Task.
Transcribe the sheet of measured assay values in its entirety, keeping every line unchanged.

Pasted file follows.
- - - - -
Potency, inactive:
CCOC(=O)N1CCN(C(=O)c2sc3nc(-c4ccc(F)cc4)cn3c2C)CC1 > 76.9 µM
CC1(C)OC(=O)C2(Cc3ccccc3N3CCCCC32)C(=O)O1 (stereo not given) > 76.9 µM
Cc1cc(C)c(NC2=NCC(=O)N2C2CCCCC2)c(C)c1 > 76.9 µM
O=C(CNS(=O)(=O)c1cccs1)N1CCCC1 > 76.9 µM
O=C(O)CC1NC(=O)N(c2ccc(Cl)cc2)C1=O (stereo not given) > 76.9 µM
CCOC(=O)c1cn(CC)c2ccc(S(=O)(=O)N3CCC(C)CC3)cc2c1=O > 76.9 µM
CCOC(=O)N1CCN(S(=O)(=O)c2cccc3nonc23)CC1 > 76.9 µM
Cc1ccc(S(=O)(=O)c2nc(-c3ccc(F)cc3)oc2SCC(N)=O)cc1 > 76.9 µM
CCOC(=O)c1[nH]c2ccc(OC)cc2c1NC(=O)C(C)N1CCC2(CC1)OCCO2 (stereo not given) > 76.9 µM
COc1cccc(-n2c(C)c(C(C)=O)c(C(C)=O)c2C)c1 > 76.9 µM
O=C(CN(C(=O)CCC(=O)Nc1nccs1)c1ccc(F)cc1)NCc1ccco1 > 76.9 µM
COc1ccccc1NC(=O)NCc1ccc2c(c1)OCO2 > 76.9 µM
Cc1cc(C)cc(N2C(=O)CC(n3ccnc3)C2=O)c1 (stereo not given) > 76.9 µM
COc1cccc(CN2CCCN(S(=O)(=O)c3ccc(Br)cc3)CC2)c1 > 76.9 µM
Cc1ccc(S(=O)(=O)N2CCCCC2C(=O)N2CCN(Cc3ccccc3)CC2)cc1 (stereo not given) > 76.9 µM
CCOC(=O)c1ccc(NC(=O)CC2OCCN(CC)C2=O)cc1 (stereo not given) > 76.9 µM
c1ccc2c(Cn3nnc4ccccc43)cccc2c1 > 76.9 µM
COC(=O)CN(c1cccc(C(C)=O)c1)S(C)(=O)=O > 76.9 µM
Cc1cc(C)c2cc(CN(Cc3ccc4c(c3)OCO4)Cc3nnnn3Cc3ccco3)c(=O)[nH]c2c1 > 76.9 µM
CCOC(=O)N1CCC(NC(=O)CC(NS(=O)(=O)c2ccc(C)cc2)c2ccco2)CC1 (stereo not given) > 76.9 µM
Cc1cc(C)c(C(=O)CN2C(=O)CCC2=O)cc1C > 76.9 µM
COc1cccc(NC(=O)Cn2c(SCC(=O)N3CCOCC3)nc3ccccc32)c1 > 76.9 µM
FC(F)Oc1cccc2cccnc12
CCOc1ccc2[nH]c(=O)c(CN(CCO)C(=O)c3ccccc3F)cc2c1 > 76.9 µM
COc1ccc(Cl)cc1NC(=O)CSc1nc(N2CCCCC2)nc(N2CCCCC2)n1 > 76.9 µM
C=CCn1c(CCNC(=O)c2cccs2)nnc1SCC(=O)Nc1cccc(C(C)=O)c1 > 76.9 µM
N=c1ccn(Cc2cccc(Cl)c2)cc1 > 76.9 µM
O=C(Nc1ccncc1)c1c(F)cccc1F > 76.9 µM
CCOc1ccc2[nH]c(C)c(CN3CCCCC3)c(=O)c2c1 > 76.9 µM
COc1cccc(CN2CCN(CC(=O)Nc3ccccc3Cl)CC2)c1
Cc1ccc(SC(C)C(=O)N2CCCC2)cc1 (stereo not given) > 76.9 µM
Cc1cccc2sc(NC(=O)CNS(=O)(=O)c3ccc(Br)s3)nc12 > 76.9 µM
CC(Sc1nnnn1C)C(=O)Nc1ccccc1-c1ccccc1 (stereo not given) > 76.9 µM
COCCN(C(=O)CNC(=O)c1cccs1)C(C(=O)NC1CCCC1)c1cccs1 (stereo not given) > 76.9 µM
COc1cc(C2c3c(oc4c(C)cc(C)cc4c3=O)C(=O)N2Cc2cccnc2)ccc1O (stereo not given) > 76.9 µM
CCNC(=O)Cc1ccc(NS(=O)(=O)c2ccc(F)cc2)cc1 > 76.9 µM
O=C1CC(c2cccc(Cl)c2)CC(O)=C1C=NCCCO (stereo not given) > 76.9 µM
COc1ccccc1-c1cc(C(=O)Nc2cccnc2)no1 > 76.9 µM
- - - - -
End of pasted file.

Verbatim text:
Potency, inactive:
CCOC(=O)N1CCN(C(=O)c2sc3nc(-c4ccc(F)cc4)cn3c2C)CC1 > 76.9 µM
CC1(C)OC(=O)C2(Cc3ccccc3N3CCCCC32)C(=O)O1 (stereo not given) > 76.9 µM
Cc1cc(C)c(NC2=NCC(=O)N2C2CCCCC2)c(C)c1 > 76.9 µM
O=C(CNS(=O)(=O)c1cccs1)N1CCCC1 > 76.9 µM
O=C(O)CC1NC(=O)N(c2ccc(Cl)cc2)C1=O (stereo not given) > 76.9 µM
CCOC(=O)c1cn(CC)c2ccc(S(=O)(=O)N3CCC(C)CC3)cc2c1=O > 76.9 µM
CCOC(=O)N1CCN(S(=O)(=O)c2cccc3nonc23)CC1 > 76.9 µM
Cc1ccc(S(=O)(=O)c2nc(-c3ccc(F)cc3)oc2SCC(N)=O)cc1 > 76.9 µM
CCOC(=O)c1[nH]c2ccc(OC)cc2c1NC(=O)C(C)N1CCC2(CC1)OCCO2 (stereo not given) > 76.9 µM
COc1cccc(-n2c(C)c(C(C)=O)c(C(C)=O)c2C)c1 > 76.9 µM
O=C(CN(C(=O)CCC(=O)Nc1nccs1)c1ccc(F)cc1)NCc1ccco1 > 76.9 µM
COc1ccccc1NC(=O)NCc1ccc2c(c1)OCO2 > 76.9 µM
Cc1cc(C)cc(N2C(=O)CC(n3ccnc3)C2=O)c1 (stereo not given) > 76.9 µM
COc1cccc(CN2CCCN(S(=O)(=O)c3ccc(Br)cc3)CC2)c1 > 76.9 µM
Cc1ccc(S(=O)(=O)N2CCCCC2C(=O)N2CCN(Cc3ccccc3)CC2)cc1 (stereo not given) > 76.9 µM
CCOC(=O)c1ccc(NC(=O)CC2OCCN(CC)C2=O)cc1 (stereo not given) > 76.9 µM
c1ccc2c(Cn3nnc4ccccc43)cccc2c1 > 76.9 µM
COC(=O)CN(c1cccc(C(C)=O)c1)S(C)(=O)=O > 76.9 µM
Cc1cc(C)c2cc(CN(Cc3ccc4c(c3)OCO4)Cc3nnnn3Cc3ccco3)c(=O)[nH]c2c1 > 76.9 µM
CCOC(=O)N1CCC(NC(=O)CC(NS(=O)(=O)c2ccc(C)cc2)c2ccco2)CC1 (stereo not given) > 76.9 µM
Cc1cc(C)c(C(=O)CN2C(=O)CCC2=O)cc1C > 76.9 µM
COc1cccc(NC(=O)Cn2c(SCC(=O)N3CCOCC3)nc3ccccc32)c1 > 76.9 µM
FC(F)Oc1cccc2cccnc12
CCOc1ccc2[nH]c(=O)c(CN(CCO)C(=O)c3ccccc3F)cc2c1 > 76.9 µM
COc1ccc(Cl)cc1NC(=O)CSc1nc(N2CCCCC2)nc(N2CCCCC2)n1 > 76.9 µM
C=CCn1c(CCNC(=O)c2cccs2)nnc1SCC(=O)Nc1cccc(C(C)=O)c1 > 76.9 µM
N=c1ccn(Cc2cccc(Cl)c2)cc1 > 76.9 µM
O=C(Nc1ccncc1)c1c(F)cccc1F > 76.9 µM
CCOc1ccc2[nH]c(C)c(CN3CCCCC3)c(=O)c2c1 > 76.9 µM
COc1cccc(CN2CCN(CC(=O)Nc3ccccc3Cl)CC2)c1
Cc1ccc(SC(C)C(=O)N2CCCC2)cc1 (stereo not given) > 76.9 µM
Cc1cccc2sc(NC(=O)CNS(=O)(=O)c3ccc(Br)s3)nc12 > 76.9 µM
CC(Sc1nnnn1C)C(=O)Nc1ccccc1-c1ccccc1 (stereo not given) > 76.9 µM
COCCN(C(=O)CNC(=O)c1cccs1)C(C(=O)NC1CCCC1)c1cccs1 (stereo not given) > 76.9 µM
COc1cc(C2c3c(oc4c(C)cc(C)cc4c3=O)C(=O)N2Cc2cccnc2)ccc1O (stereo not given) > 76.9 µM
CCNC(=O)Cc1ccc(NS(=O)(=O)c2ccc(F)cc2)cc1 > 76.9 µM
O=C1CC(c2cccc(Cl)c2)CC(O)=C1C=NCCCO (stereo not given) > 76.9 µM
COc1ccccc1-c1cc(C(=O)Nc2cccnc2)no1 > 76.9 µM